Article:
Step 146 is a query which asks if the customer account is to be debited. If the response to the query is "YES," then the account is debited with a value that is defined by a mailpiece production parameter at step 150. Mailpiece production parameters include, but are not limited to: selection or creation of text; media stock selected; delivery services selected; text translation; or transmission charges. From step 150 the method advances to step 152. If the response to the query at step 146 is "NO," then the system credits the customer account with a value that is defined by type at step 148. Transaction types include, but are not limited to: periodic payments; transaction payments; or advance payments. From step 148, the method advances to step 152. At step 152, the credit determined at step 148, or the debit determined at step 150, is entered into the transaction database before advancing to step 154 where the entry sequence is A1 ended.
As can be appreciated by those skilled in the art, a number of variations of the subject invention are possible. These variations include, but are not limited to: the breadbasket of currencies utilized within the foreign exchange database; the variations in systems configuration at the node producing the mailpiece; the method of communications between the initiating node, destination node, and data center; and, the range of services available at the production facility and during the establishment of the mailpiece production parameters.
It is to be, understood that the present invention is not to be considered as limited to the specific embodiment described above and shown in the accompanying drawings, which merely illustrates the best mode presently contemplated for carrying out the invention and which is susceptible to such changes as may be obvious to one skilled in the art, but rather that the invention is intended to cover all such variations, modifications and equivalents thereof as may be deemed to be within the scope of the claims appended hereto.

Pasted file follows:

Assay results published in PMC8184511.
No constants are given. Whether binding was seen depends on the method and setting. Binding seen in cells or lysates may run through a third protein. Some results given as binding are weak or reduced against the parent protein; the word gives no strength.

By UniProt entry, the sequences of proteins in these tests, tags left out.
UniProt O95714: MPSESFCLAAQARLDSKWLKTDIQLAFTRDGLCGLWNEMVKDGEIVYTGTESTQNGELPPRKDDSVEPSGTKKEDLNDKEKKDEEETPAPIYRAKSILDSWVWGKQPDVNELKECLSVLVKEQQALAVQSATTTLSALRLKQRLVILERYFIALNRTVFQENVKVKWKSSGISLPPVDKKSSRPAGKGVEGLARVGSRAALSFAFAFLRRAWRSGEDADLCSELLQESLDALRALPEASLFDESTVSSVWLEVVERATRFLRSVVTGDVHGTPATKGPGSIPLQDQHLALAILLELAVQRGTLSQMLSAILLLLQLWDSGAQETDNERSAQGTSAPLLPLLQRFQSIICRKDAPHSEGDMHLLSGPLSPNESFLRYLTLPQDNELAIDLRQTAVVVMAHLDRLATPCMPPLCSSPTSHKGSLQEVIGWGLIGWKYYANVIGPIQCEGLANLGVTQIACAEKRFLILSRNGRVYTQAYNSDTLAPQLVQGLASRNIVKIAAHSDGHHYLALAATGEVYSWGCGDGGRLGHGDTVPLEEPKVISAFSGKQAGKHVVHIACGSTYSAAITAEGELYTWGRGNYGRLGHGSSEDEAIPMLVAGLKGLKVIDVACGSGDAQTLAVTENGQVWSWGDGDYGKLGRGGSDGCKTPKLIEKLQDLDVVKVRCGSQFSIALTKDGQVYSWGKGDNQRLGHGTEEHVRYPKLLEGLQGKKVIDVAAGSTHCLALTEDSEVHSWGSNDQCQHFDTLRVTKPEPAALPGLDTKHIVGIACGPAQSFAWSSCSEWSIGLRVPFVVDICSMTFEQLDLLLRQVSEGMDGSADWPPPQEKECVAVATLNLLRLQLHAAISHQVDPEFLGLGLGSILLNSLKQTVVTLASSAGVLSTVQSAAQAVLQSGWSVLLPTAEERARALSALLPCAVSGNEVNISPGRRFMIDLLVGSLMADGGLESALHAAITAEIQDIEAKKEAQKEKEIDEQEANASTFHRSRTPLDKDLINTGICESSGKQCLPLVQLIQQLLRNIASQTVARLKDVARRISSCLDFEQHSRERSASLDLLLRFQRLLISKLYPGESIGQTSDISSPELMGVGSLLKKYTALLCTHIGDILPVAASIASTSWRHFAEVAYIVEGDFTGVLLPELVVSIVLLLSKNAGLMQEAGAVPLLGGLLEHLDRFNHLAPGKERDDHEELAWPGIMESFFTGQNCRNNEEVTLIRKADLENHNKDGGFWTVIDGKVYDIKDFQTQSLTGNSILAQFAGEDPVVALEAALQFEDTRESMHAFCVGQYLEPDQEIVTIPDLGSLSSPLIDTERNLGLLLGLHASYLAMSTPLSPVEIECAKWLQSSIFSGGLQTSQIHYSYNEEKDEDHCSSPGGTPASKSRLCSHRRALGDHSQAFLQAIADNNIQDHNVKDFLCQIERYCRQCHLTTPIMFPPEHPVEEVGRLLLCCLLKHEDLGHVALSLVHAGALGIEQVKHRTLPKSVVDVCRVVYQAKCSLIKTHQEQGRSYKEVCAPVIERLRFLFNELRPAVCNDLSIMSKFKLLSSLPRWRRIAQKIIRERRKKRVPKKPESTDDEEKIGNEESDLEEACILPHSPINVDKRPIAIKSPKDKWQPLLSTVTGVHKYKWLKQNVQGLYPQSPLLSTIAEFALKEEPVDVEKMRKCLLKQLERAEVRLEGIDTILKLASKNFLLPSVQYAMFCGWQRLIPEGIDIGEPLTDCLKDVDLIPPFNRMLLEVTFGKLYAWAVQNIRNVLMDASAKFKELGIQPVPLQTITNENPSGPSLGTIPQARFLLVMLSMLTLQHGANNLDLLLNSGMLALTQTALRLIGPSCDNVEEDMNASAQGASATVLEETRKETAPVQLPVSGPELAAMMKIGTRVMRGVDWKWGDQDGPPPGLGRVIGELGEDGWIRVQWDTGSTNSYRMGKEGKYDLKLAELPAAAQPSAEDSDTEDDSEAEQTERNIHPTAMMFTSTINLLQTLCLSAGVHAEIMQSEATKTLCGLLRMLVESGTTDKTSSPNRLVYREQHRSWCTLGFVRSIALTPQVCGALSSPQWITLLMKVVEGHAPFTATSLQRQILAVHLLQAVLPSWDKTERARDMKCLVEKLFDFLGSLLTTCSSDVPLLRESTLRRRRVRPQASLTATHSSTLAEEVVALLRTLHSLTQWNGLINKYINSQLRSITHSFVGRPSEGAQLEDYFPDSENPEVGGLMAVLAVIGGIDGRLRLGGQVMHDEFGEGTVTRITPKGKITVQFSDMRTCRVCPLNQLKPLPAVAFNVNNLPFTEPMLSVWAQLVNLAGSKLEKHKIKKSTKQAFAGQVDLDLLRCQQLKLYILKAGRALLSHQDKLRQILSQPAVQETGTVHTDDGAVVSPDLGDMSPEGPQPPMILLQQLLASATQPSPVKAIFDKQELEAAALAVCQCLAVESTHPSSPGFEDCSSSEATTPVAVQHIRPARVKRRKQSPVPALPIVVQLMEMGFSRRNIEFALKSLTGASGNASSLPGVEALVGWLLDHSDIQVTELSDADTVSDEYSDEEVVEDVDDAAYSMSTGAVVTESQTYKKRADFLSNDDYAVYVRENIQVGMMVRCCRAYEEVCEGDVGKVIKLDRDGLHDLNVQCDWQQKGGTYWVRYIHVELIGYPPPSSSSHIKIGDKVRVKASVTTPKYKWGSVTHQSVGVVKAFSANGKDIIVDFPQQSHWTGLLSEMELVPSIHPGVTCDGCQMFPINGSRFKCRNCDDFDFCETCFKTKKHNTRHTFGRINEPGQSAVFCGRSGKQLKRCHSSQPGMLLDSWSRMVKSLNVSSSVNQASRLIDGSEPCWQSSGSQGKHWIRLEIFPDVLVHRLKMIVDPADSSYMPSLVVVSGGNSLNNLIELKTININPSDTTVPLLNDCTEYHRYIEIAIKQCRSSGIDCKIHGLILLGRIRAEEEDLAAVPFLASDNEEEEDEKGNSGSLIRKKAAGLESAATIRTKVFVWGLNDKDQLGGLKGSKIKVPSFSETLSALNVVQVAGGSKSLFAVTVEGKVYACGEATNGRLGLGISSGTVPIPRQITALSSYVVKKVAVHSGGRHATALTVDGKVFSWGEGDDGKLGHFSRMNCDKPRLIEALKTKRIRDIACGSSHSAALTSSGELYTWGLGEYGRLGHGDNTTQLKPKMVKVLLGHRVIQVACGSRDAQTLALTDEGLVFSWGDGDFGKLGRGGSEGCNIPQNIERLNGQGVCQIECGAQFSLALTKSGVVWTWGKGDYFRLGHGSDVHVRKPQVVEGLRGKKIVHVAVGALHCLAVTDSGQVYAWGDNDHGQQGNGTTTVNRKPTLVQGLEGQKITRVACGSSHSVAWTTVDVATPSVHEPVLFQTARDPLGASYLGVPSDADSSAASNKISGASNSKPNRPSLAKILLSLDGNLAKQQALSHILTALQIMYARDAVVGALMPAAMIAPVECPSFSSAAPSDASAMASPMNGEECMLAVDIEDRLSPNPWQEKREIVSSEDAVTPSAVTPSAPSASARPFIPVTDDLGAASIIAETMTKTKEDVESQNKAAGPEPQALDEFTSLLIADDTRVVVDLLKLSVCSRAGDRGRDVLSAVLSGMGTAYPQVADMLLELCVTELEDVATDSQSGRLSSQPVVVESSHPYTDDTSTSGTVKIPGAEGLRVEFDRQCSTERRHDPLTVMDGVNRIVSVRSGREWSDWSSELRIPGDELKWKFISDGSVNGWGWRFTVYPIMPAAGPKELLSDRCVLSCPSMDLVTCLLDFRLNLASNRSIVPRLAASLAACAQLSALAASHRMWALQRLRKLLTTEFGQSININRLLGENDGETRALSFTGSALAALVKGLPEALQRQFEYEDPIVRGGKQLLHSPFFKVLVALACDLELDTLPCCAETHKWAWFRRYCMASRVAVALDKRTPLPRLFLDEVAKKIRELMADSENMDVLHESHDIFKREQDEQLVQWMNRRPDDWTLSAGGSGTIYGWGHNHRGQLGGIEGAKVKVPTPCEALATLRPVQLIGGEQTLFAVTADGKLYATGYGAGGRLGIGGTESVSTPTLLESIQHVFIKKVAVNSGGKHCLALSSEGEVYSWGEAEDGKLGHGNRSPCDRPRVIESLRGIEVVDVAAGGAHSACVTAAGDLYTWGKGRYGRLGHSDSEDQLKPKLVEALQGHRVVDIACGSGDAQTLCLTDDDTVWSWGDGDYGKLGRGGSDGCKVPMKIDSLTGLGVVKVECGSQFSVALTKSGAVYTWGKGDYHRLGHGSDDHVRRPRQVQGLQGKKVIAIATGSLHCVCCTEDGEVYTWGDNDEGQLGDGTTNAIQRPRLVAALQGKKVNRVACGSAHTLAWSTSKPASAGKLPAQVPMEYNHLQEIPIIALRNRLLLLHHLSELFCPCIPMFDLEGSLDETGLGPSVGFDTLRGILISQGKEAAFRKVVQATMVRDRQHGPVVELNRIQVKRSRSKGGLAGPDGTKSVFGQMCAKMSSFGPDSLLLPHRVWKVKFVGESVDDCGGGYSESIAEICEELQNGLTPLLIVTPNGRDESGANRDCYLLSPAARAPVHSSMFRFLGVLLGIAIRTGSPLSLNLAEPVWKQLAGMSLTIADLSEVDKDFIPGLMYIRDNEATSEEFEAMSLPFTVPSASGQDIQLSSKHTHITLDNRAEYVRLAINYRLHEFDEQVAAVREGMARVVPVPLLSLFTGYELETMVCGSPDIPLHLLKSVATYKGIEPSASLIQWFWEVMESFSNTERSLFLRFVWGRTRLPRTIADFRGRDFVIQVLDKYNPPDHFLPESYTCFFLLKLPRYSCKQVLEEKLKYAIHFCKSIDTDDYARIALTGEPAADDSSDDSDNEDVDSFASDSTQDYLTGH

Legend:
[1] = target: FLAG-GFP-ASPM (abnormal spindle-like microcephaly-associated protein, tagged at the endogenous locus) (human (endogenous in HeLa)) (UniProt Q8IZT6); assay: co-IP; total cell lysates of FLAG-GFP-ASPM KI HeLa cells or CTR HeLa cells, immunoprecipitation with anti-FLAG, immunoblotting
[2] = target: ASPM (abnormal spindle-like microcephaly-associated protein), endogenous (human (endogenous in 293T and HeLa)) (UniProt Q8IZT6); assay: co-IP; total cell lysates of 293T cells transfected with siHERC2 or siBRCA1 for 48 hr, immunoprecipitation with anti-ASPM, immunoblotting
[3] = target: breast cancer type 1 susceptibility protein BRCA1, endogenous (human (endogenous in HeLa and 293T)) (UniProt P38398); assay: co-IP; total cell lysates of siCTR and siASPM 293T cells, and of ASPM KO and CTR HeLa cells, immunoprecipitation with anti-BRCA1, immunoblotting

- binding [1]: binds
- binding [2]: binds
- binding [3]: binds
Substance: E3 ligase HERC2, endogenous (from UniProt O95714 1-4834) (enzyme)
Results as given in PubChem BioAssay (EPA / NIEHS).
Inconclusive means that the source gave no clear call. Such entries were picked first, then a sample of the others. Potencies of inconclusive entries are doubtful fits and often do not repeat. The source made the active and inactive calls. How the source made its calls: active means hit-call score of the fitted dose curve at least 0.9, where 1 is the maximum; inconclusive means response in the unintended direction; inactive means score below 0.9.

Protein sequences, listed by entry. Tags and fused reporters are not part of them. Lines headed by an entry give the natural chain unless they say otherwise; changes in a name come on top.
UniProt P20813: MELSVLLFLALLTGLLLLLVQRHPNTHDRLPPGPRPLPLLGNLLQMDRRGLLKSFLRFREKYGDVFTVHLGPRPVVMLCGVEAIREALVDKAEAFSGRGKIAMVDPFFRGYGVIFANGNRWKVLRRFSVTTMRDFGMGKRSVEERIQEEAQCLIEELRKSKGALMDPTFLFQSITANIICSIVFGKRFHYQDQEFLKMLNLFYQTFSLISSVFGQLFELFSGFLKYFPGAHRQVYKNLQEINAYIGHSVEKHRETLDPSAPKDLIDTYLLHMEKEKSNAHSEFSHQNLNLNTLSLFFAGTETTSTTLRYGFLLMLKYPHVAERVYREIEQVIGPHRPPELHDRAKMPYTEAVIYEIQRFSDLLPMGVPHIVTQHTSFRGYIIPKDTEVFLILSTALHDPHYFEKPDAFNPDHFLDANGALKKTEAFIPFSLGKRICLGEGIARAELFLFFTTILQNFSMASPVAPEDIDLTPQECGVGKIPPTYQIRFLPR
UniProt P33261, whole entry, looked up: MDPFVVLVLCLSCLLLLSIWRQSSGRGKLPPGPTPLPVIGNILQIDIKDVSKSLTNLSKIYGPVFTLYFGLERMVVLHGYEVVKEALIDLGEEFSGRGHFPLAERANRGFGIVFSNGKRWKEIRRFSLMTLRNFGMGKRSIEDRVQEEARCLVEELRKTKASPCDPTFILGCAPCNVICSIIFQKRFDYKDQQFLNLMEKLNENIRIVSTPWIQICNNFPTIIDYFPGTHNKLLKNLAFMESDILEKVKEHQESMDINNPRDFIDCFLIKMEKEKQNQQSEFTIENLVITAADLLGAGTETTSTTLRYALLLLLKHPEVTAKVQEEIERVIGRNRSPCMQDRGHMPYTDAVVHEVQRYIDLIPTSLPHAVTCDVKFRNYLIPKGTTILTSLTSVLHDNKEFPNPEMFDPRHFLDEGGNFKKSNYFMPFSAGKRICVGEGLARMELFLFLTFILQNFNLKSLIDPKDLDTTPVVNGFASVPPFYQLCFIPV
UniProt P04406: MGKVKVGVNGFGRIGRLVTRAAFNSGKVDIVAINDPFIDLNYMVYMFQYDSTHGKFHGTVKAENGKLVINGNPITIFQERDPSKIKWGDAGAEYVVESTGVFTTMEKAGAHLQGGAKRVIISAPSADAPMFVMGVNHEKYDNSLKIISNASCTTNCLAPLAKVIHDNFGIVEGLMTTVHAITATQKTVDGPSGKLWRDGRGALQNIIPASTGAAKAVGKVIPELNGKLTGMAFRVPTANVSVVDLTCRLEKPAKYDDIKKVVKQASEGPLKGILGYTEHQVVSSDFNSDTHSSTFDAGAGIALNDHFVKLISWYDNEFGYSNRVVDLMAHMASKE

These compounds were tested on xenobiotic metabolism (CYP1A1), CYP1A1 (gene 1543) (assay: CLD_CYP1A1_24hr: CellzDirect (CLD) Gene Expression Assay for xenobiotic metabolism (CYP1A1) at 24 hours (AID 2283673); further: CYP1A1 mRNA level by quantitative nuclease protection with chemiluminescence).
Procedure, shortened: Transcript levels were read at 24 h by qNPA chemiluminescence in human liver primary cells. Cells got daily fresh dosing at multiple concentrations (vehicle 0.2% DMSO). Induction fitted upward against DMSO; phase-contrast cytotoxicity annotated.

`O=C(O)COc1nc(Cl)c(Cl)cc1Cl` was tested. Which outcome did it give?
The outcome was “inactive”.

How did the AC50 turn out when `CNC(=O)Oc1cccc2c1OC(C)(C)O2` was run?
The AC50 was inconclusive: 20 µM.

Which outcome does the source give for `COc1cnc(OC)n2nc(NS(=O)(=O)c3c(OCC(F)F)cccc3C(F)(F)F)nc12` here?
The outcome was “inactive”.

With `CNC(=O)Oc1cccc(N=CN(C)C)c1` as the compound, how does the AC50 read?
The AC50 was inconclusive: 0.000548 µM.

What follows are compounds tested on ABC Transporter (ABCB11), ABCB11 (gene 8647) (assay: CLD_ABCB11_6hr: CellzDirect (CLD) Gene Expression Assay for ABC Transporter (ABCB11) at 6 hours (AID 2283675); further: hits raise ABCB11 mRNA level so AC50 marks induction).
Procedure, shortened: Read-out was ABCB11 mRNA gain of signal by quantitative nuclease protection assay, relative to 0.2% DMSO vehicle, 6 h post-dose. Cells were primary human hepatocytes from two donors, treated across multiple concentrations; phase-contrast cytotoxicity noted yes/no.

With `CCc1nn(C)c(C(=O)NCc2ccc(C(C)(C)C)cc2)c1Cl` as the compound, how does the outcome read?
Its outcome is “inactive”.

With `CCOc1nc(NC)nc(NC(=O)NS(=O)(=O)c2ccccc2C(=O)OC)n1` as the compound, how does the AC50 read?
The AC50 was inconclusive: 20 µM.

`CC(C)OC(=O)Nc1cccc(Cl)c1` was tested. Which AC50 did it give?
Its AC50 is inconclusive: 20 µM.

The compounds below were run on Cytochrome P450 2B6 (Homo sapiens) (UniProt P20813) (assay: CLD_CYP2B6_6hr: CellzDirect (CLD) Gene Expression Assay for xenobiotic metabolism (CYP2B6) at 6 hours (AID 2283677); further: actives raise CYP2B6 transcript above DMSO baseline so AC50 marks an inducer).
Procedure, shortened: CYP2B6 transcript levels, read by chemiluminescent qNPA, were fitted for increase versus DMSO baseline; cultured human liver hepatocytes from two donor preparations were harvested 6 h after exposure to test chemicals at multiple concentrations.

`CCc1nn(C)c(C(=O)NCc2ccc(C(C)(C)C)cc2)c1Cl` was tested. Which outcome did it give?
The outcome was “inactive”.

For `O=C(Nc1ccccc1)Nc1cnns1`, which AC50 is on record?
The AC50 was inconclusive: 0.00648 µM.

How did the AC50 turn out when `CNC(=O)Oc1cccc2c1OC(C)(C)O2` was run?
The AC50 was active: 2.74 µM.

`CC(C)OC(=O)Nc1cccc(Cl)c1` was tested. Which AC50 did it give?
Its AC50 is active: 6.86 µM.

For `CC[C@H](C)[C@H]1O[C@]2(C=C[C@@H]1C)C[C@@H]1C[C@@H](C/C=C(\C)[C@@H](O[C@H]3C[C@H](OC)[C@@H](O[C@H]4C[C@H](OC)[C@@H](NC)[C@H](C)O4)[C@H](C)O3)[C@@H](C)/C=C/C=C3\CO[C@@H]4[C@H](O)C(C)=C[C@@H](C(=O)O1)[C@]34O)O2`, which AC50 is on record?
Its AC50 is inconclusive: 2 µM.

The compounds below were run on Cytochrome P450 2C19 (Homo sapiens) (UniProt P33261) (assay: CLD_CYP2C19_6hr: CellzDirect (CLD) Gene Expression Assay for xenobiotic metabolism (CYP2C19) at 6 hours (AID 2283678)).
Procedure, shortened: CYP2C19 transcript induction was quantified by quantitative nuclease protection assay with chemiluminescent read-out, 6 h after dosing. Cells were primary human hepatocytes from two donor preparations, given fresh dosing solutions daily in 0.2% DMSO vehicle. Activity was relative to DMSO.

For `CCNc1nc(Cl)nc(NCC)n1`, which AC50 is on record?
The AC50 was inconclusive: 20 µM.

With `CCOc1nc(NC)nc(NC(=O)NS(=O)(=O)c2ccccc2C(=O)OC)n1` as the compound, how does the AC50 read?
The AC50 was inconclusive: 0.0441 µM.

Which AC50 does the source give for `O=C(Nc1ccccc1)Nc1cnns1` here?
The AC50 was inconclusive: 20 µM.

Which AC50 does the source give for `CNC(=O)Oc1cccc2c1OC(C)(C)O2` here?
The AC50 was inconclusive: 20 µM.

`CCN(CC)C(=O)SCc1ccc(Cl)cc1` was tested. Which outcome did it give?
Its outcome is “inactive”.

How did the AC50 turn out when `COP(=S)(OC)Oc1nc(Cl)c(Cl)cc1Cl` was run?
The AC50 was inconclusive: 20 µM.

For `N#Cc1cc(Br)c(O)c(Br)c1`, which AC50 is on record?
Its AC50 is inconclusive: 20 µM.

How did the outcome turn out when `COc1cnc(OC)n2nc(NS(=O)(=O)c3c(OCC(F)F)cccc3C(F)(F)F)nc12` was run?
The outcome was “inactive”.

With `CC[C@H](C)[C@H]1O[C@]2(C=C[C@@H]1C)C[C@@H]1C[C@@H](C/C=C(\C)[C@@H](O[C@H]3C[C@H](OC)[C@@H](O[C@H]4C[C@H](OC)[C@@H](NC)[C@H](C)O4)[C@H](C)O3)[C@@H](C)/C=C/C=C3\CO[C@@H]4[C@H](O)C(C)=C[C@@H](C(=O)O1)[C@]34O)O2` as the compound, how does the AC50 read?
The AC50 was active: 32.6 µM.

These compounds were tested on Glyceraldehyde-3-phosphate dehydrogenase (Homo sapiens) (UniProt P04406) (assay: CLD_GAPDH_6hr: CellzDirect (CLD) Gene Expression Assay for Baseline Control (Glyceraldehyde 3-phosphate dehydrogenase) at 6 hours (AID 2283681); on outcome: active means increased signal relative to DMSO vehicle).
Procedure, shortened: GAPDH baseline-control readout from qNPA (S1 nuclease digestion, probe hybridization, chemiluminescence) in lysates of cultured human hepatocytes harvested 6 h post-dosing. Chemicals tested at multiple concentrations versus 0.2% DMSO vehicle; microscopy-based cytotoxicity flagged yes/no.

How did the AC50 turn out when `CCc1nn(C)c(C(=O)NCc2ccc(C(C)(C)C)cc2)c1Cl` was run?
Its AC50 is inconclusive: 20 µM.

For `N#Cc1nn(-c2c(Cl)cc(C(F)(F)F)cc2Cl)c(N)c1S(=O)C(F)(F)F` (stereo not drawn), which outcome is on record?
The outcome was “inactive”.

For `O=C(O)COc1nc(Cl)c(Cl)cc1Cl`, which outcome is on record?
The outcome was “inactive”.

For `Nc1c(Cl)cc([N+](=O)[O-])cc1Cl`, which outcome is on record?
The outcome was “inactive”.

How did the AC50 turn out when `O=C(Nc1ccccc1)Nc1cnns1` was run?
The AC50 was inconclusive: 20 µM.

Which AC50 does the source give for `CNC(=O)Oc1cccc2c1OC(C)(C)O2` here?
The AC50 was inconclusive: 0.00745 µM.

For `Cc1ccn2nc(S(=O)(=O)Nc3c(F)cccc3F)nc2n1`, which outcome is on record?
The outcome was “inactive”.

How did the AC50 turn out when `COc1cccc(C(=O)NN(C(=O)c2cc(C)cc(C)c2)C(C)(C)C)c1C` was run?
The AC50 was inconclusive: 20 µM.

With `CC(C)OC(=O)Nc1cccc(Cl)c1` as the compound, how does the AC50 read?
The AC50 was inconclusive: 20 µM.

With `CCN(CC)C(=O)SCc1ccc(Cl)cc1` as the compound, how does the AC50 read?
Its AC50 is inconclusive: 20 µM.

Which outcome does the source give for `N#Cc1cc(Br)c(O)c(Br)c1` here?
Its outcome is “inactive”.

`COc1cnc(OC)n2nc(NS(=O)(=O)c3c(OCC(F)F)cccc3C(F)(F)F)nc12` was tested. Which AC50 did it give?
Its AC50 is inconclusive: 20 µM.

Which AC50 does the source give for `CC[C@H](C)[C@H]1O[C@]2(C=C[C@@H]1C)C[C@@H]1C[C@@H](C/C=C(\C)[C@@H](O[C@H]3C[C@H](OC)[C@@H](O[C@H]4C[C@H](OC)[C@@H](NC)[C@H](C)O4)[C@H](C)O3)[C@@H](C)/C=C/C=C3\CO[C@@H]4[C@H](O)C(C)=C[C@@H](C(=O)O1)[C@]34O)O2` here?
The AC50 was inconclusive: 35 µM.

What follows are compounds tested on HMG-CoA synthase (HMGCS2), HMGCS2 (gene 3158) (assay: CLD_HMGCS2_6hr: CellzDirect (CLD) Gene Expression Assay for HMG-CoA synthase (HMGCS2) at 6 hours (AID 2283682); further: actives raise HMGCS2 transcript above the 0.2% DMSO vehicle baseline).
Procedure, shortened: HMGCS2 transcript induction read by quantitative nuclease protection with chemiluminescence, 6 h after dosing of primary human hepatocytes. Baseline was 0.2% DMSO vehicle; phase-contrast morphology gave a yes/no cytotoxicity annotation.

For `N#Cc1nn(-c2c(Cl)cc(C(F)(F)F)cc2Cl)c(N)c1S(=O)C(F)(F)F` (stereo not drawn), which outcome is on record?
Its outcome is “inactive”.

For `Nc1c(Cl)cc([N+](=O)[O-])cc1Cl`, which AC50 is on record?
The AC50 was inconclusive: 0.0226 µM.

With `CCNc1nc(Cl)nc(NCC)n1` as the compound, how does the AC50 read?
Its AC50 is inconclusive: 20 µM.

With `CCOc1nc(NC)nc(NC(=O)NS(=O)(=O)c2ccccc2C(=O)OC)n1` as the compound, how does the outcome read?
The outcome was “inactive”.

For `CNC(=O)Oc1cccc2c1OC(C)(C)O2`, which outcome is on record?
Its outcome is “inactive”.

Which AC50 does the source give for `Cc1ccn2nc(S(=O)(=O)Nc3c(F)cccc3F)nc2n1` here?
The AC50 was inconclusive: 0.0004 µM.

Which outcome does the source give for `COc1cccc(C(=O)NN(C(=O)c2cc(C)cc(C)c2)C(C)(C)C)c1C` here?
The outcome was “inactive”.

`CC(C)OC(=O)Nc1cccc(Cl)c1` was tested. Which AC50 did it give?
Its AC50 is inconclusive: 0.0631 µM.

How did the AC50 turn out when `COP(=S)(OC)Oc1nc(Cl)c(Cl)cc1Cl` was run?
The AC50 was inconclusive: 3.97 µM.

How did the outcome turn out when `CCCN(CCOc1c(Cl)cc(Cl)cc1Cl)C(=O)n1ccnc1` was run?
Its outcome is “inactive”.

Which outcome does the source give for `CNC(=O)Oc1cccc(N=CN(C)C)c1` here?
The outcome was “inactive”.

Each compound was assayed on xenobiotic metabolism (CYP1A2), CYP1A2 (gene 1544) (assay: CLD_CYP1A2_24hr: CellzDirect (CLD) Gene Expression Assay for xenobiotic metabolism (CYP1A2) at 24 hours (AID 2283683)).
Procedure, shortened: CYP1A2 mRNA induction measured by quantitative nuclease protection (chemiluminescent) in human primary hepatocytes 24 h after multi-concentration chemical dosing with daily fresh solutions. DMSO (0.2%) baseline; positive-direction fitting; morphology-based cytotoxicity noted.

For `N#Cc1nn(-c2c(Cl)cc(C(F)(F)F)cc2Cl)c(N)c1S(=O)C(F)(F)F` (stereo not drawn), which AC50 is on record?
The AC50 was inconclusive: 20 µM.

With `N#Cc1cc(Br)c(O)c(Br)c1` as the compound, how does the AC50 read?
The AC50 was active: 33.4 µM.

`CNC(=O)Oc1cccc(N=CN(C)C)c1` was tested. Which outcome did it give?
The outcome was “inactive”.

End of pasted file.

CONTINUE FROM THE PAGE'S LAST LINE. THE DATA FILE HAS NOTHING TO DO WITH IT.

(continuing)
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|U.S. Classification||705/410, 705/1.1|
|Cooperative Classification||G07B2017/0037, G07B2017/00169, G07B17/00362, G07B17/0008|
|European Classification||G07B17/00D2, G07B17/00E3|
|Dec 24, 1996||AS||Assignment|
Owner name: PITNEY BOWES INC., CONNECTICUT
Free format text: ASSIGNMENT OF ASSIGNORS INTEREST;ASSIGNOR:LEVITSKY, PAUL A.;REEL/FRAME:008509/0997
Effective date: 19961224
|Oct 21, 2001||FPAY||Fee payment|
Year of fee payment: 4
|Apr 22, 2002||REIN||Reinstatement after maintenance fee payment confirmed|
|Jun 18, 2002||FP||Expired due to failure to pay maintenance fee|
Effective date: 20020421
|May 16, 2005||PRDP||Patent reinstated due to the acceptance of a late maintenance fee|
Effective date: 20050517
|Jun 6, 2005||PRDP||Patent reinstated due to the acceptance of a late maintenance fee|
Effective date: 20050606
|Oct 14, 2005||FPAY||Fee payment|
Year of fee payment: 8
|Sep 25, 2009||FPAY||Fee payment|
Year of fee payment: 12